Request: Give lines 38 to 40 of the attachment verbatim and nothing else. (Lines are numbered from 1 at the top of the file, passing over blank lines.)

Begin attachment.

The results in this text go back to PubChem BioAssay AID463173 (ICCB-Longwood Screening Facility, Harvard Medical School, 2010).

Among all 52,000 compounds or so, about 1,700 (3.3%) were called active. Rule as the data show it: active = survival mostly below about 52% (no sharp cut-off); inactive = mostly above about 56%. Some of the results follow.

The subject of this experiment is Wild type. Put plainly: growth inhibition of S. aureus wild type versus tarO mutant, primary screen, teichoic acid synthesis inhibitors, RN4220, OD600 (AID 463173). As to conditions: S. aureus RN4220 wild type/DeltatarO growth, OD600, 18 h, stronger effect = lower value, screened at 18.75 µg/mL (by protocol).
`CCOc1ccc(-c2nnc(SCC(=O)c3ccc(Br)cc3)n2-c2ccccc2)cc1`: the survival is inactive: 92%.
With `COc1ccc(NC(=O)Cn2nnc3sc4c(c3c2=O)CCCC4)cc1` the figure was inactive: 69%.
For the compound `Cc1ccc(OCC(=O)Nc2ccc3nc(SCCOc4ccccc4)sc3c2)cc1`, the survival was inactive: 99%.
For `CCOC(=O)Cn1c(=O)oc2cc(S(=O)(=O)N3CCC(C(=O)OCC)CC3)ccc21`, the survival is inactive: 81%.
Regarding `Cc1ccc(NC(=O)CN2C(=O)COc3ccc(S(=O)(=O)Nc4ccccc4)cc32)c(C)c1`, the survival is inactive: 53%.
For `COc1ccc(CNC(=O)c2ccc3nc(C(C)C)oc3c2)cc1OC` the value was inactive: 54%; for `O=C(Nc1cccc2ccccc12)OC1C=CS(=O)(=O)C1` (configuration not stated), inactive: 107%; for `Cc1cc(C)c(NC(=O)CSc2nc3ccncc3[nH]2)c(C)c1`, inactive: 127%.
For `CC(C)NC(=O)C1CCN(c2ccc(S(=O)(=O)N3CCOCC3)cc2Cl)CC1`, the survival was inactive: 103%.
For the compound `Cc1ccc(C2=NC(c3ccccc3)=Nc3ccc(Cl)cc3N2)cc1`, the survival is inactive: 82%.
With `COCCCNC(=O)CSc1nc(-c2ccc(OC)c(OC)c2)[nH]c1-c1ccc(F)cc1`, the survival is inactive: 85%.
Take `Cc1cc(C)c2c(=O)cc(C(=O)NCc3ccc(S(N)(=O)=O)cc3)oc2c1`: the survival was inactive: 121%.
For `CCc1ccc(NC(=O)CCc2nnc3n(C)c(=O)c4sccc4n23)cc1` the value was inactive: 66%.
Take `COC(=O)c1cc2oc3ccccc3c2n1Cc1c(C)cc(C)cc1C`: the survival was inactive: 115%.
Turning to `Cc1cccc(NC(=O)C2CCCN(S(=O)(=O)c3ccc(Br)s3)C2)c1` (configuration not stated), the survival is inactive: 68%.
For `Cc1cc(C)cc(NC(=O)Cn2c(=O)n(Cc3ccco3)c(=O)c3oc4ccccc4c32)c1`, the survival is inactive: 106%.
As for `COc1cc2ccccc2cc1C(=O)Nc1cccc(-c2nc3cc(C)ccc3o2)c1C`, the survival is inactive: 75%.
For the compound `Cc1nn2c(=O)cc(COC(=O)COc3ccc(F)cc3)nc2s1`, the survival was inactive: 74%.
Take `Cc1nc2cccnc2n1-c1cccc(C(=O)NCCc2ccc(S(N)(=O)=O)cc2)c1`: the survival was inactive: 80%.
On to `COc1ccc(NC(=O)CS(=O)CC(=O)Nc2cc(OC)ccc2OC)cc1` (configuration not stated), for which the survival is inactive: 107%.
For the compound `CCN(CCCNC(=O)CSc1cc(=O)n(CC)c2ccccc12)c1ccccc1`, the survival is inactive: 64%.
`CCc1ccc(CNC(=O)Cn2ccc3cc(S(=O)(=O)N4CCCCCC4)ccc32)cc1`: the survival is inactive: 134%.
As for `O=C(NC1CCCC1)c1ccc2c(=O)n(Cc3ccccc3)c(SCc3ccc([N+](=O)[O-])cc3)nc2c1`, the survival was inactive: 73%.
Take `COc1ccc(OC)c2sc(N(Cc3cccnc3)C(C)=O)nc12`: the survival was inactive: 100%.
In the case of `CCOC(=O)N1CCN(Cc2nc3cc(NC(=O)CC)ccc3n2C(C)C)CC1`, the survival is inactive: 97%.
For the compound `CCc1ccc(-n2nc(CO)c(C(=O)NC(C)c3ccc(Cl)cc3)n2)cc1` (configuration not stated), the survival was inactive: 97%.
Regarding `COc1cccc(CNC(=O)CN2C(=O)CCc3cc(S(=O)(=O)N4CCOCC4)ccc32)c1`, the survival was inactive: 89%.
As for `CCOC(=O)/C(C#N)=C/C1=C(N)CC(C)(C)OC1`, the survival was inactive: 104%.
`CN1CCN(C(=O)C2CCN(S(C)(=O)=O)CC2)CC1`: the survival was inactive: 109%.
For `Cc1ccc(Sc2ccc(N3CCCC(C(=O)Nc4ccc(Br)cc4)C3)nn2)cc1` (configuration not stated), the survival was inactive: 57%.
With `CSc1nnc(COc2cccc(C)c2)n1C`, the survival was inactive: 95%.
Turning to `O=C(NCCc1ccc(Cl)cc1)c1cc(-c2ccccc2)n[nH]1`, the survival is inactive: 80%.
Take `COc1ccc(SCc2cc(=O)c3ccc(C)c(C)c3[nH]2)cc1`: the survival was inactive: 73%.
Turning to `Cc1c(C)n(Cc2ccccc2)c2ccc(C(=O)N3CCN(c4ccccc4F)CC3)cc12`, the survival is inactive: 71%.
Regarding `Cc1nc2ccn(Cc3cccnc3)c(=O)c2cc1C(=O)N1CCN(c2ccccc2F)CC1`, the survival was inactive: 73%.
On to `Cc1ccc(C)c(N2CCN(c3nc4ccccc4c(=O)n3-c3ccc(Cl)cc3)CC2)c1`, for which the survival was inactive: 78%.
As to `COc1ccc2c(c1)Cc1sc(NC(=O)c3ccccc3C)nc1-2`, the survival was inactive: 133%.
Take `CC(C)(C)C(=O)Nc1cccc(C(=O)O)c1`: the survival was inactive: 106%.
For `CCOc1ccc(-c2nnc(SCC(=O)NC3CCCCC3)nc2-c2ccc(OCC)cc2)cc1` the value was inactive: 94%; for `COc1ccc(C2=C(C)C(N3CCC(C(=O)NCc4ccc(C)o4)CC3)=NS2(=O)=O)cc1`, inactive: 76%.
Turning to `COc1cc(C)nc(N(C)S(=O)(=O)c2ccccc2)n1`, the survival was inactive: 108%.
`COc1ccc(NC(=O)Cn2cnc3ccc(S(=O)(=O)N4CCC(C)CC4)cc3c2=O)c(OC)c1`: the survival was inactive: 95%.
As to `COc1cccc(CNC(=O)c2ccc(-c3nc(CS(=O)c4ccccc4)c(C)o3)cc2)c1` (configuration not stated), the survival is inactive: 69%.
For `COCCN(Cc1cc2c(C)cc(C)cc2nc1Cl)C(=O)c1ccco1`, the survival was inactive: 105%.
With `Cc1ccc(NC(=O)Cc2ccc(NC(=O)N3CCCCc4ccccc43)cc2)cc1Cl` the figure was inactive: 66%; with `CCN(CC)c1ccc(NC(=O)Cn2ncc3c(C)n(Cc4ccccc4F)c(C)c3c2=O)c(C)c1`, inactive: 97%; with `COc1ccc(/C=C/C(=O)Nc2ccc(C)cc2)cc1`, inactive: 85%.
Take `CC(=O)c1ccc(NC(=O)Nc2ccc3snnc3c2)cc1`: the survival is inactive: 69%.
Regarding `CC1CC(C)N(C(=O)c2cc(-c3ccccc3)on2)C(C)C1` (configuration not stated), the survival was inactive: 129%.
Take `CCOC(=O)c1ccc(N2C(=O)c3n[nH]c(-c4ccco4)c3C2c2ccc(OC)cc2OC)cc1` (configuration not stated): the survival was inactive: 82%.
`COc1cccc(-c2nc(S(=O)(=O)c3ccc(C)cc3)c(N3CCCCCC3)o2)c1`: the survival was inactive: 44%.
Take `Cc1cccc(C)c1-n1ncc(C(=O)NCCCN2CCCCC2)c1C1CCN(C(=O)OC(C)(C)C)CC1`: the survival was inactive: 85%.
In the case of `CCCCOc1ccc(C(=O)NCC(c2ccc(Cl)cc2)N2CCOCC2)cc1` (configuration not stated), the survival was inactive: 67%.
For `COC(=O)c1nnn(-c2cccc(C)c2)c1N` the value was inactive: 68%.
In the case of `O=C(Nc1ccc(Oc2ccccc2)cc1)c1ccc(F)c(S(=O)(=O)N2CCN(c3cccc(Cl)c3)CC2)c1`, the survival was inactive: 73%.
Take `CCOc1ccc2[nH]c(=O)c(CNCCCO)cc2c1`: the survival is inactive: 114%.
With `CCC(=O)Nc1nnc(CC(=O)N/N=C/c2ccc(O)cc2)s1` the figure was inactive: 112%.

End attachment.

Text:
As to `COc1ccc2c(c1)Cc1sc(NC(=O)c3ccccc3C)nc1-2`, the survival was inactive: 133%.
Take `CC(C)(C)C(=O)Nc1cccc(C(=O)O)c1`: the survival was inactive: 106%.
For `CCOc1ccc(-c2nnc(SCC(=O)NC3CCCCC3)nc2-c2ccc(OCC)cc2)cc1` the value was inactive: 94%; for `COc1ccc(C2=C(C)C(N3CCC(C(=O)NCc4ccc(C)o4)CC3)=NS2(=O)=O)cc1`, inactive: 76%.